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Scientists Hunt Massive Object in Space

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  • Scientists Hunt Massive Object in Space

    "The presence of such a massive object in the solar system's far-flung Oort Cloud could explain a barrage of comets from an unexpected direction, according to a December article at"

    Read full story on CNN.
    "Fail, to succeed."

  • #2
    There is so much we do not know about the solar system in which our Earth is located. About three weeks ago, I spent most of Saturday evening and night in an observatory, with as astrophotographer, with a dedicated telescope and camera. The observatory was on Mount Lemon near Tucson Arizona and was located at 9154 feet elevation. The astrophotographer first showed our group how to actually see Jupiter while the sun was still out. By using a strong set of binoculars, we were able to see the planet. He then demonstrated how the atmosphere just before sunset refracts the Sun's light and gives the Sun a green halo. He pointed out that you can actually see the Earth's shadow on the sky as the Sun sets. Then a tour of the observatory was provided to explain all of the equipment and provide a breakdown on the cost of all the equipment. What he didn't cover was the cost of the computer software and its' complexity.

    While we were waiting for the Sun to disappear over the horizon, we went into a classroom to watch a brief slide show and he tried to provide a perspective on the Solar System by explaining how large a scale model of it would need to be if you were going to be able to see the smaller objects such as Mercury and the moons on Earth and other planets.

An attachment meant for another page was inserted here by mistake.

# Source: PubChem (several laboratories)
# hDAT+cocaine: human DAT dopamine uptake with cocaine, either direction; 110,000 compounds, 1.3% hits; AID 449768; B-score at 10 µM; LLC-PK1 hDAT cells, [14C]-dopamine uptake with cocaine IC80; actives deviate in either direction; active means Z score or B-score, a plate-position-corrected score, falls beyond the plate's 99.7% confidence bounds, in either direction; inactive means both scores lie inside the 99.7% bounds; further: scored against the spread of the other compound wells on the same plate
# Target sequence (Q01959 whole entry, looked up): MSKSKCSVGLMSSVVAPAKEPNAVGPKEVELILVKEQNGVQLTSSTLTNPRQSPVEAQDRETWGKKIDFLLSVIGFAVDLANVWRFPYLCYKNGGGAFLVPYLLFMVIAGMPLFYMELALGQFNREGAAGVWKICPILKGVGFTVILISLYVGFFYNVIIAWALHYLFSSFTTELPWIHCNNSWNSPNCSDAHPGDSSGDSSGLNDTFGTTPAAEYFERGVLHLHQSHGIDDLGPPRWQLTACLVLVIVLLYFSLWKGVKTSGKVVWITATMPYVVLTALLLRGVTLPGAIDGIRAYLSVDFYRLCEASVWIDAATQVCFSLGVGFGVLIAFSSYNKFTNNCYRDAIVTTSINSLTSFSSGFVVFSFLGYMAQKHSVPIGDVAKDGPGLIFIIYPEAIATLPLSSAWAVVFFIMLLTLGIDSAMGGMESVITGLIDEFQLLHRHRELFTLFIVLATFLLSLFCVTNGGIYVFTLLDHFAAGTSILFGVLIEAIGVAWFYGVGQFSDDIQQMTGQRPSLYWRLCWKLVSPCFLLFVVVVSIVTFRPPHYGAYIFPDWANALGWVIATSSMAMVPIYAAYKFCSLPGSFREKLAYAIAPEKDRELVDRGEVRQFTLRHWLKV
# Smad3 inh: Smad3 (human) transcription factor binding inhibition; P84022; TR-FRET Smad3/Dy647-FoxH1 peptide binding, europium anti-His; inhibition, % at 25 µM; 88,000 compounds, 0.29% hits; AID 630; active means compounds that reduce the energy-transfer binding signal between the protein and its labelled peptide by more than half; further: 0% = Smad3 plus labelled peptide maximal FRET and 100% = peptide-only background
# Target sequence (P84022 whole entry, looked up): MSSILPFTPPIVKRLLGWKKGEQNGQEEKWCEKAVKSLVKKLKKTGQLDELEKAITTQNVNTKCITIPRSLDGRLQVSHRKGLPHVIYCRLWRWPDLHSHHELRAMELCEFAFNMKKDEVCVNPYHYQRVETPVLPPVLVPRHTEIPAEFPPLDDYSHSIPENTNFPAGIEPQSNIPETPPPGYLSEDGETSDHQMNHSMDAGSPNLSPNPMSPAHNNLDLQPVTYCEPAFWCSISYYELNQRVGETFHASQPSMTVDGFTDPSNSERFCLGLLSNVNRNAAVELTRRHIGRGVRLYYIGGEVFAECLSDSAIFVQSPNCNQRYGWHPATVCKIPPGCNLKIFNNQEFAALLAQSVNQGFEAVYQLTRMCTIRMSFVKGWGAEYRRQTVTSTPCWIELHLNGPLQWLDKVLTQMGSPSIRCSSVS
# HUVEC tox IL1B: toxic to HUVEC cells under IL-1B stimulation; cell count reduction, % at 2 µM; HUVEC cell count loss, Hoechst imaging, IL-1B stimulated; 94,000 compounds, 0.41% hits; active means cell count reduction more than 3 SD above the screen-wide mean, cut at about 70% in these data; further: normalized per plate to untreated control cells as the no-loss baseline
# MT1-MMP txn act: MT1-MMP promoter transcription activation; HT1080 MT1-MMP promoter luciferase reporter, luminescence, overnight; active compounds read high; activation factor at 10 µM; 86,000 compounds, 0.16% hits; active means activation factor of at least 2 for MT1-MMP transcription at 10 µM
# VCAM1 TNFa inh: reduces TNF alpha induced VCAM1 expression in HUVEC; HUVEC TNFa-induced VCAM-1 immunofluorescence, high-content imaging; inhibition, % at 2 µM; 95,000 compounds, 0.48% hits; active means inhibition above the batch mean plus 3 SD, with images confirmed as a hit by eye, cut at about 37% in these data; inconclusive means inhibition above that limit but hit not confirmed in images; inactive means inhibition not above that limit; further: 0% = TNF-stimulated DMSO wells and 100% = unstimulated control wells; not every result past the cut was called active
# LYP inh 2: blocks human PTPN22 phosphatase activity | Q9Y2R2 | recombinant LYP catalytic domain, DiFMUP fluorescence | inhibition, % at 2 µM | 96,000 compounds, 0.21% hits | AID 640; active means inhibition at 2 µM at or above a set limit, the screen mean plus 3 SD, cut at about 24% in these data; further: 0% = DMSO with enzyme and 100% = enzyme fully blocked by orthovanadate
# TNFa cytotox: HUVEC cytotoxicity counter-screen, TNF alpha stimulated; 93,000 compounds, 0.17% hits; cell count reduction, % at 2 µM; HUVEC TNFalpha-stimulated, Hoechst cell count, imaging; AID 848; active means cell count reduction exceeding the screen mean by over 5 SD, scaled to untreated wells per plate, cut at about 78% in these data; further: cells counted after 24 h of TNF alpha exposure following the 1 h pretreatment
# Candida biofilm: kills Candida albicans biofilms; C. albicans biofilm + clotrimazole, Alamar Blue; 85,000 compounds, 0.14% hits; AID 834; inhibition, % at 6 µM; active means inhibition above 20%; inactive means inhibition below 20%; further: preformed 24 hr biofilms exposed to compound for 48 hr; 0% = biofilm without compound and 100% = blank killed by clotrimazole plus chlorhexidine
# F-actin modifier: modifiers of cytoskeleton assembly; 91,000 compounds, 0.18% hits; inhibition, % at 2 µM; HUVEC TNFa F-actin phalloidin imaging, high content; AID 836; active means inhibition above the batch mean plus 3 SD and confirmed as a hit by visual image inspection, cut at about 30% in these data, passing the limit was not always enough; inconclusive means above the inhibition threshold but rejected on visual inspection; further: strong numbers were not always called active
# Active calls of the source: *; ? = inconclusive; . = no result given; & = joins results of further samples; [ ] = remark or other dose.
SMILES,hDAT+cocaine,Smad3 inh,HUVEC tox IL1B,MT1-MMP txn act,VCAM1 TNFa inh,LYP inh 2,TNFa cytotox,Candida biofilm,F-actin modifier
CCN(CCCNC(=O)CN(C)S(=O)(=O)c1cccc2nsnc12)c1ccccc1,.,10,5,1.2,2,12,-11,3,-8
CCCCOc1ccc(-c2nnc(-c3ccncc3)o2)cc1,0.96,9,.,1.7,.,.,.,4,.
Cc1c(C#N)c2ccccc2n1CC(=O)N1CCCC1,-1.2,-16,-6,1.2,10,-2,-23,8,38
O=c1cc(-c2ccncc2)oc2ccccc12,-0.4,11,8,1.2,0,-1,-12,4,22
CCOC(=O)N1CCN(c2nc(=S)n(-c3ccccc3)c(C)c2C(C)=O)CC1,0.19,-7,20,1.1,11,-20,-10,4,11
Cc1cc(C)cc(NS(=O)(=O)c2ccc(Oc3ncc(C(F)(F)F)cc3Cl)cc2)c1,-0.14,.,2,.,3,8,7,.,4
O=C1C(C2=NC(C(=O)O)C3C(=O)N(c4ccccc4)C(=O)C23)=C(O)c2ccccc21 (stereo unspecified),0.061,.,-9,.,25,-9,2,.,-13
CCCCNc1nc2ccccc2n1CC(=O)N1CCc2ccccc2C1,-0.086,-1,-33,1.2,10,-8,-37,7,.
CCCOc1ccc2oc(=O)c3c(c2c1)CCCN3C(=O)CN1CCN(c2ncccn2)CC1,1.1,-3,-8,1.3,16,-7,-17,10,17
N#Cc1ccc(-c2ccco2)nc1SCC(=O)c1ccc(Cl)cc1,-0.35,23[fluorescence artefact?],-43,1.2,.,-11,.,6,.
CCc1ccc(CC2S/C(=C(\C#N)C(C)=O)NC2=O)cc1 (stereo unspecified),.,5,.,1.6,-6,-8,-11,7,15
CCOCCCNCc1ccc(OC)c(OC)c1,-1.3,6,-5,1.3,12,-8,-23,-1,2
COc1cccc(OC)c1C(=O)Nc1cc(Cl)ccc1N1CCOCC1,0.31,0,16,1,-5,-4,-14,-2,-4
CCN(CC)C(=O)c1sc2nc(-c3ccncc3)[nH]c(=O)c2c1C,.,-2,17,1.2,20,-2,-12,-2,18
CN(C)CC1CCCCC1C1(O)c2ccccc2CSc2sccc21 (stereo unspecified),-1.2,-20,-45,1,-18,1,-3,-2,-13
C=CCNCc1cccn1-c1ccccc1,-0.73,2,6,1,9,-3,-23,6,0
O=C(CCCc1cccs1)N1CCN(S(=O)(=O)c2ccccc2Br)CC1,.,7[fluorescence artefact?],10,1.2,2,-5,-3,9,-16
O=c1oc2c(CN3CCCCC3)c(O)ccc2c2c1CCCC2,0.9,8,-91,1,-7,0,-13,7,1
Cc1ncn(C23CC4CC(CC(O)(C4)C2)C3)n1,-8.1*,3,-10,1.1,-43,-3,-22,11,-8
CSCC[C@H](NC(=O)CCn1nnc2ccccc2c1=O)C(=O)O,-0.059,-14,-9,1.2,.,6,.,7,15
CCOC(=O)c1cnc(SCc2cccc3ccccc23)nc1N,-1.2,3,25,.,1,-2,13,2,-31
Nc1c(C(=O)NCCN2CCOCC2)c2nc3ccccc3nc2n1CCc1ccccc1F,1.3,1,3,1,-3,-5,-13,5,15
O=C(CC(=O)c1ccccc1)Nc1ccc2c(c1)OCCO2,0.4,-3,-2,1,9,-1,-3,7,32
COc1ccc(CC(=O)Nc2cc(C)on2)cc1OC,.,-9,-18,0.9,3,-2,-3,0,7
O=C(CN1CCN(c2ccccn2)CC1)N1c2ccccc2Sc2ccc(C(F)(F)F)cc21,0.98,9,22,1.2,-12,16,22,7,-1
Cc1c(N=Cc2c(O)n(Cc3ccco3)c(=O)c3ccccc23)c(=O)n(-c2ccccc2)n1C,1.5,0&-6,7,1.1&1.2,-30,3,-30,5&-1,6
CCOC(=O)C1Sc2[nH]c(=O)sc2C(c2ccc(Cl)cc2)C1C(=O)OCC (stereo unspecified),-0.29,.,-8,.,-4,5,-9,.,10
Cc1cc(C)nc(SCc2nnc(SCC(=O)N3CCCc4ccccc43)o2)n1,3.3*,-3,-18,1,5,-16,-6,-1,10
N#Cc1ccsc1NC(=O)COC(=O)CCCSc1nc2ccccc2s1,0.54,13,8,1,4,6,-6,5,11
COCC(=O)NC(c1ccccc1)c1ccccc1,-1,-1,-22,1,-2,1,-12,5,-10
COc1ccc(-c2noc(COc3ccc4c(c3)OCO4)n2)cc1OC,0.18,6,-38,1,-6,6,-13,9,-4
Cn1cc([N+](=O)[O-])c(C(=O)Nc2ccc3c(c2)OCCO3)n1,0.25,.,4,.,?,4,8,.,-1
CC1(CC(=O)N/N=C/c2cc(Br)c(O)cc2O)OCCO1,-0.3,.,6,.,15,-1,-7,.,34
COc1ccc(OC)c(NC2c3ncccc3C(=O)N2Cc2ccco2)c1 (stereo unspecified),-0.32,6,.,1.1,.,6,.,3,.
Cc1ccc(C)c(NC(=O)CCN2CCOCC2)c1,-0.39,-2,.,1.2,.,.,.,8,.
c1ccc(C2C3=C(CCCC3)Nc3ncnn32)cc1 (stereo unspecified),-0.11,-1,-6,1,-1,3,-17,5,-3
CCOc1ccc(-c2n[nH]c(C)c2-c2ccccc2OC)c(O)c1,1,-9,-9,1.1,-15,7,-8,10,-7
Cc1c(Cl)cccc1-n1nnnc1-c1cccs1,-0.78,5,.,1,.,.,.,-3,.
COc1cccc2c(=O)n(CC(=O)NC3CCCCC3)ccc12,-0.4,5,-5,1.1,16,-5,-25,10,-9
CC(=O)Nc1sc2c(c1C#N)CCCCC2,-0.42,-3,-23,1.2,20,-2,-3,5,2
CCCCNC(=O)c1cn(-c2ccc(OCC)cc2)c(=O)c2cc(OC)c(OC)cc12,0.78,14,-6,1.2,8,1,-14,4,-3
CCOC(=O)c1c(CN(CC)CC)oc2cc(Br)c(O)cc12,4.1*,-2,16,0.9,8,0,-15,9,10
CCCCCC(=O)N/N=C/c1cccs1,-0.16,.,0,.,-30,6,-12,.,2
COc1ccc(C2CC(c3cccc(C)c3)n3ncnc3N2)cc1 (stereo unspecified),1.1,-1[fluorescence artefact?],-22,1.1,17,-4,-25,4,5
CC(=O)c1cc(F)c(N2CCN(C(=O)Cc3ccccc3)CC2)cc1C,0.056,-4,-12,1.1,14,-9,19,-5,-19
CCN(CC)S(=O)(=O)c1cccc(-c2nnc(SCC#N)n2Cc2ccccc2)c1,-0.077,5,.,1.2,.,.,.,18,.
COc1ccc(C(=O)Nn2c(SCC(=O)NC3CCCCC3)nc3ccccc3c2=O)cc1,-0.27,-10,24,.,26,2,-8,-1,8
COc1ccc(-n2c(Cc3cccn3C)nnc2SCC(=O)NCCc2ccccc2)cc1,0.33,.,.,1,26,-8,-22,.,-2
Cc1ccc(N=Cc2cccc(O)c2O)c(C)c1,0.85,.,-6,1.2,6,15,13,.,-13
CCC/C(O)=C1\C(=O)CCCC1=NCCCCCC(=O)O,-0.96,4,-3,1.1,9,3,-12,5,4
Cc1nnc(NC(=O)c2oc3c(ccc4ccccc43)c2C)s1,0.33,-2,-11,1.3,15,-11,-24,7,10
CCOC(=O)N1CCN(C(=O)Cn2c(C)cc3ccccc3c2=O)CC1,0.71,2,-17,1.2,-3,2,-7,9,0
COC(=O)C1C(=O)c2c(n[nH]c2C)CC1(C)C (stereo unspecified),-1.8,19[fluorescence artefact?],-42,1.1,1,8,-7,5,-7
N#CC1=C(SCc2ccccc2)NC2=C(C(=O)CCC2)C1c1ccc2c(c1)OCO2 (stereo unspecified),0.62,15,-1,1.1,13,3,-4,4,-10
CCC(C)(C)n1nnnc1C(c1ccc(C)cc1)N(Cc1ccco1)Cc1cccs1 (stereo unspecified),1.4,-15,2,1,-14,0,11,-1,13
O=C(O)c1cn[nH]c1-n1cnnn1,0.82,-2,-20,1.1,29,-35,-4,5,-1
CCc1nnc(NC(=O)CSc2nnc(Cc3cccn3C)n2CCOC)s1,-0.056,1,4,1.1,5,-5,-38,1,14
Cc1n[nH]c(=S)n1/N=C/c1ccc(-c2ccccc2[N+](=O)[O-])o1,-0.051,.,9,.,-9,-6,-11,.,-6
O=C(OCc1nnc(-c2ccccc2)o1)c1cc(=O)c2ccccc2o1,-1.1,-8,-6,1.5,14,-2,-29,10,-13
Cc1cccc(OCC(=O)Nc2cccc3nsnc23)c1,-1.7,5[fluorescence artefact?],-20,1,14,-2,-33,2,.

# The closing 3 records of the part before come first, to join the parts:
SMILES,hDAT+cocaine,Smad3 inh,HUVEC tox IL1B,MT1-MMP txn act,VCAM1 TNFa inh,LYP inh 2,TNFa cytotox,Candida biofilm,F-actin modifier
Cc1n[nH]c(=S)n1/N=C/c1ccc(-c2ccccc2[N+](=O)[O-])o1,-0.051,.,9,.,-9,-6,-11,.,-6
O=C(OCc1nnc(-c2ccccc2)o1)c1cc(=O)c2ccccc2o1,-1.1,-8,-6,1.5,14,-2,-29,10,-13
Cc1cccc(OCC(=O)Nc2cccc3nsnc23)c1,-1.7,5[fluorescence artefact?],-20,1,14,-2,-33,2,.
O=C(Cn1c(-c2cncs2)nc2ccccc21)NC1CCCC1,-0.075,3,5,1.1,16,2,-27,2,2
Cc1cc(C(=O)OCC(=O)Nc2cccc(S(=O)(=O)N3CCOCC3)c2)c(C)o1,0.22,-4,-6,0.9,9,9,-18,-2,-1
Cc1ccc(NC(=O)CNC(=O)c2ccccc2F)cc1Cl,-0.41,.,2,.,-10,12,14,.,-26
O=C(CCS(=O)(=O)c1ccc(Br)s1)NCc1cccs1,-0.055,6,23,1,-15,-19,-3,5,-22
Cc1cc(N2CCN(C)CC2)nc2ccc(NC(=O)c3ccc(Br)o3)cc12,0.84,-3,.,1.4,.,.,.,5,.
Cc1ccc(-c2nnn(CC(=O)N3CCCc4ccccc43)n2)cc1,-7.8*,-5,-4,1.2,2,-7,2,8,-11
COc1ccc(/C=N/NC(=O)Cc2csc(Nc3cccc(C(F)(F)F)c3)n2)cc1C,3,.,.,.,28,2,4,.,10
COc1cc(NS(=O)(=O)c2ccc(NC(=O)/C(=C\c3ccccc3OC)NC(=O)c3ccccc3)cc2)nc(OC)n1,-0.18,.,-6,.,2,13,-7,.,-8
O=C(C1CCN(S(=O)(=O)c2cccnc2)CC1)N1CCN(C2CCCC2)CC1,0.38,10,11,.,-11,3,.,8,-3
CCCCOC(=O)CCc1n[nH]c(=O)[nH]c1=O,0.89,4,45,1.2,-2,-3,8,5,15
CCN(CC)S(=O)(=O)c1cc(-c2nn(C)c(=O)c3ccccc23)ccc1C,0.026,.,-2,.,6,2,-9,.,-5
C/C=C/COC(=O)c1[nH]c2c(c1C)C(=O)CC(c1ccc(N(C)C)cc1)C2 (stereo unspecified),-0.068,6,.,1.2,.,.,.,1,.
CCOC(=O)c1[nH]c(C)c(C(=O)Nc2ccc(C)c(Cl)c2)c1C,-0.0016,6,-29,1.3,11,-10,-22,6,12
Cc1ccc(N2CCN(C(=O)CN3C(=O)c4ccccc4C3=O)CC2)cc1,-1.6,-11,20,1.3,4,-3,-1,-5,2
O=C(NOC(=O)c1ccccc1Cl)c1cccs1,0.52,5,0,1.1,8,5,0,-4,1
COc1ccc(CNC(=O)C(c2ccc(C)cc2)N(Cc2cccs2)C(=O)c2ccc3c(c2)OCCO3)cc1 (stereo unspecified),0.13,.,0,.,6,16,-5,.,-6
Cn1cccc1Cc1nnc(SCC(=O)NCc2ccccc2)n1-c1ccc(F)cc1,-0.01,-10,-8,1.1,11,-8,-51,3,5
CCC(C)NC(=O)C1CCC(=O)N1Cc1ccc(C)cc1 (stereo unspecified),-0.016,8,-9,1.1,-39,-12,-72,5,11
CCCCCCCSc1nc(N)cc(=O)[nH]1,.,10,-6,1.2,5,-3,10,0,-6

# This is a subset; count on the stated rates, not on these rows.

To be able to see Pluto, the Sun would need to be at least 96 inches or eight feet in diameter. But Pluto would need to be positioned 33985 feet away. See the following link to play games with setting up a model: This link also allows you to see how large things would need to be so that you could see all the moons in the Solar System.

    Then we went back to the observatory to view some stars, a binary star, planets, galaxies, star clusters and the nebula in Orion's belt. Before the sun set, we looked at it also. A filter was used that enabled us to see sunspots and solar flares.

    Following are some of objects we looked at.

    Nebula in Orion's Belt:

    Binary Star (through the telescope we used, the stars were much clearer):

    Star Cluster:



    The links to pictures are not exactly what I saw, but they do give you some idea. While looking at Jupiter, three of its' moons were visible. I guess it was the elevation for when we looked at the binary star there was very little distortion. Different galaxies and nebulae are different colors because of the gases that are present.

    The last thing of the evening was when the astrophotographer, a young guy by the name of Adam Block (, took us through the process of isolating a small part of the nebula in Orion's Belt. The process would take hours (many) to complete. This is because of the repetitive exposures until enough light is collected. This possibly might take a thousand exposures or more. Filters are used to first collect red, then blue and then yellow light. It is done over and over. He did promising to send us the finished product, but it hasn't come yet. This guy is busy and I suspect that I may never see it, but if it does, I'll post it here.

    As I was probing the Internet I also located the following link:

    It is picture of the observatory, Mt Lemon, and Tucson.